When you sync in perforce, it updates the files you're not editing to the latest revision, and leaves the ones you're editing untouched. Git fetch, by contrast, updates everything that's changed.
Perforce's behaviour requires that client state cannot be expressed as a simple change number. Some files may be synced to change 5522, others to 5525. A git tree is always at a particular change, plus a local diff.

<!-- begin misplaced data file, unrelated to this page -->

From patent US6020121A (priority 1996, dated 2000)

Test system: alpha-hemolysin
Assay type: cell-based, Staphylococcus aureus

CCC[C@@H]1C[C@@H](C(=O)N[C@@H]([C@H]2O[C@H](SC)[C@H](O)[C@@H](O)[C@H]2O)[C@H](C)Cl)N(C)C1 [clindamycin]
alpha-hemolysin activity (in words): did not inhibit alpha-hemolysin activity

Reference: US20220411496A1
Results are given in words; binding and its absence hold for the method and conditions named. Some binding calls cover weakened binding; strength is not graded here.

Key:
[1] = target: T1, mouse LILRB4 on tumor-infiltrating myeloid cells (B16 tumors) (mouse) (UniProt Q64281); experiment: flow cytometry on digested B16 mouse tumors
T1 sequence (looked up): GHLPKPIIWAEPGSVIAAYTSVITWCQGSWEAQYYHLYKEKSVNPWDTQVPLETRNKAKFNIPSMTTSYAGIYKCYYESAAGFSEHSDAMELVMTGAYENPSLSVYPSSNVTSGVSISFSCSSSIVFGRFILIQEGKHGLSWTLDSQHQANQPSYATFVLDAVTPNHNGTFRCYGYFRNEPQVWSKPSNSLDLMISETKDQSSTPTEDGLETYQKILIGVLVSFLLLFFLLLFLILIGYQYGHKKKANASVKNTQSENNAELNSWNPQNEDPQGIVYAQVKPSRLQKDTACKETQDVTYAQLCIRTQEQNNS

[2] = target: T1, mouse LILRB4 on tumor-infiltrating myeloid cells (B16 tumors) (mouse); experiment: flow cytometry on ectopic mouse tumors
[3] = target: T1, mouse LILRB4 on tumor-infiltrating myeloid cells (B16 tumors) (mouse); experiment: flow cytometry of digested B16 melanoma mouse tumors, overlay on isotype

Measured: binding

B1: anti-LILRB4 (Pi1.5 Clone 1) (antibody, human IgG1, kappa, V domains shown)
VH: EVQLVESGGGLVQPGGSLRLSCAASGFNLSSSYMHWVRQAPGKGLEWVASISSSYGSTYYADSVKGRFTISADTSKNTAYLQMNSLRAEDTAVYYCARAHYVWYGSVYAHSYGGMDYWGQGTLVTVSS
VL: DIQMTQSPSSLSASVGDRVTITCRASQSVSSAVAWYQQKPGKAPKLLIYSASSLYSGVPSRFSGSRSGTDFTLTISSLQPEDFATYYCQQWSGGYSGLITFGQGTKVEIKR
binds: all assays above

The cost of that simplicity is that git fetch ties p4 sync and p4 merge. If you want to pull unrelated changes into your tree and there are conflicts with your current work, then you have to deal with those conflicts immediately. p4 sync is low-risk, git fetch risks interrupting your train of thought with a merge.